Book: You are Not Special

I came across a YouTube commencement speech titled, You’re Not Special given by english teacher, David McCullough, Jr. To my surprise it was an extremely insightful speech. He gave the point that there are millions and billions of us on earth and we think we are the center of the universe, but when we recognize that we aren’t special, we can finally see everyone is special. Our life isn’t just for our own satisfaction but for the good we can bring others.

Climb the mountain not to plant your flag, but to embrace the challenge, enjoy the air and behold the view. Climb it so you can see the world, not so the world can see you. 

Don’t wait for inspiration or passion to find you. Get up, get out. explore, find it yourself and grab hold with both hands. 

I urge you to do whatever you do for no reason other than you love it and believe in its importance. Don’t bother with work you don’t believe in anymore than you would a spouse you’re not crazy about. 

I came across the book when I was on vacation and knew it would teach me something new. One aspect of the book I didn’t realize and I should have because after all the book is written by a high school english teacher; it was full of new vocabulary words. I had to look up new words to understand the sentence. Each word was a new discovery. I knew I could use some of these words in my writing and speech. They would make cliché sound fresh!

The chapters took me forever to complete but with each page I was learning something new. I was learning about what its like to be a teacher, a parent, an encourager, and a mentor.

Day after day being a kid, being a person, is an exercise in trail and error. This is learning, which is growing, which is incremental evolution into a new person..

..enthusiasm matters most of all – for your students, for your subject, for the day ahead. 

The teachers I remember most, are the ones who I felt cared for me and who were passionate about the subject they taught. I enjoyed sitting there listening to them talk about their passion. I started to visit the school library during lunch after I saw my 10th grade teacher get excited over Catcher in the Rye.

Fulfillment will come only when you’ve achieved your own definition of success. 

You have to persevere through setbacks, through your own discriminations, trepidations and self-doubt, trying your best not just a matter of principle but as a leap of faith. Process matters wholly, and there are no shortcuts. When you encounter a limitation, work to push through it. When things don’t go your way, try again. In this way you prove yourself worthy- you prove it to yourself.

And so many more encouraging passages to quote from. I’ve been out of high school for 12 years and still an english teacher is teaching me something new. What a fresh perspective to read from. Thanks Mr. McCullough

Forever a Student

IMG_2493

We live in a great time where we don’t have to go to a room to be a student. We are the generation raised by the Internet, its up to us how we use it. I recently started looking on youtube key words, “start up business” or “photography lighting” to learn from professionals. I want to use the knowledge given freely to learn more about the skills I want to develop. I’ve probably watched every Steve Jobs interview out there.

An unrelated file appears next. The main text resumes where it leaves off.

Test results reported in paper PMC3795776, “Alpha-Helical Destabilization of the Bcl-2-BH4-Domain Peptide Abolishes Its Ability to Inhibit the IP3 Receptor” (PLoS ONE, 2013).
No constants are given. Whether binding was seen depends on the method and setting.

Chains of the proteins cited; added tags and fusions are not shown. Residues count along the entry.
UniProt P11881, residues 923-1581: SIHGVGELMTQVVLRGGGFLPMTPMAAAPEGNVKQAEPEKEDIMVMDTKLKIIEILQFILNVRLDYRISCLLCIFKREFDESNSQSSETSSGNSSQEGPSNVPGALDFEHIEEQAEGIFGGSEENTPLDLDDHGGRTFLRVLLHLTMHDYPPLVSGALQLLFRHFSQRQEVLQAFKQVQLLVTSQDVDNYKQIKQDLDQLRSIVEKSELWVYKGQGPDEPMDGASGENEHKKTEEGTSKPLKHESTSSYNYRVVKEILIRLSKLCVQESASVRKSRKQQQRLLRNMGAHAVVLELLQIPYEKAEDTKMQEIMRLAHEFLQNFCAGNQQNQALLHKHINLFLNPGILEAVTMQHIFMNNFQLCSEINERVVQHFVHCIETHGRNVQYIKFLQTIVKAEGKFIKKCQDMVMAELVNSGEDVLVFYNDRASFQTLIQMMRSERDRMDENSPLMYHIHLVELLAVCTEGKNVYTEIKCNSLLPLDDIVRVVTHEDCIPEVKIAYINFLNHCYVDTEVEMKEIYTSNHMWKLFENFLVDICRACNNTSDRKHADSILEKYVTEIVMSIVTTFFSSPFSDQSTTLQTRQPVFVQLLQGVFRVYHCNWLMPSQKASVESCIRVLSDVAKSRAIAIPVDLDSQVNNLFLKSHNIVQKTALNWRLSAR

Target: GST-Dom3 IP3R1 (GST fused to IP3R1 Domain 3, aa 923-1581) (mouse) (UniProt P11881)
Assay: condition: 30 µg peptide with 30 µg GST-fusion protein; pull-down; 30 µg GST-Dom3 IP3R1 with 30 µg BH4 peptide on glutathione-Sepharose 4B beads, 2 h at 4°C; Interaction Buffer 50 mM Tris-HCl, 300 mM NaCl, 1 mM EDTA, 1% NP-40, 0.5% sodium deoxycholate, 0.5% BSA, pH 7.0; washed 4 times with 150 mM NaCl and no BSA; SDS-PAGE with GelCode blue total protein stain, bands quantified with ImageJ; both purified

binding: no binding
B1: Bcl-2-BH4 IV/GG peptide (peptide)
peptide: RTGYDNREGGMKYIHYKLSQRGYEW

Creative live.com is one great resources I discovered years ago. If you catch a live showing, the classes are free. They have workshops with professionals on all kinds of subjects. A course I’ve bought was from celebrity wedding photographer, Joe Buissink. Hearing how he developed his business and his photography style has been so helpful to me. There is no excuses when it comes to learning something new. I encourage you to find resources that can make you better at what you do and to keep on growing.

The Freedom to Blog

The past few months I’ve noticed the little details of my life. I can’t help but see how privileged I am..dinner with my family, laughing with Gus, working at The Rock, blogging in my blue room… I go to bed in peace and wake up in peace. Yet, I ask my self questions about life. Questions I ask not in disappointment or boredom but more of responsibility.

This morning I heard a report of a young Pakistan girl who has blogged about life for the BBC. The Taliban closed down her school, not allowing girls to study. At age 11, she started speaking publicly about the need for girls’ education. She was even rewarded the Pakistan’s first peace prize.
Her school was reopened, but on Tuesday the rebels found her and shot her. They saw this now 14 year old girl as a threat. They said she was preaching western ideas. Now she is in the hospital fighting for her life.

When hearing about Malala, I was reminded of what I read from Story by Robert Mckee about writing characters. He summed up humanity beautifully:

“…despite all the clear differences among people. the truth is we are all far more a like than we are different. We are all human. We all share the same crucial human experiences. Each of us is suffering and enjoying, dreaming and hoping for getting through our day with something of value. As a writer, you can be certain that everyone coming down the street towards you, each in his own way, is having the same fundamental human thoughts and feelings that you are…” Humanity isn’t a western idea but a human one.

Its strange to think of girls who are living in my generation with little or no freedom. She was shot for sharing her thoughts and now its clear how powerful one voice is. She is being heard all over the world. The Taliban’s goal was to destroy her message but instead spread the fire to others, her peers and now to us- who have taken their freedom for granted.

And now the question is, what will we do with our freedom?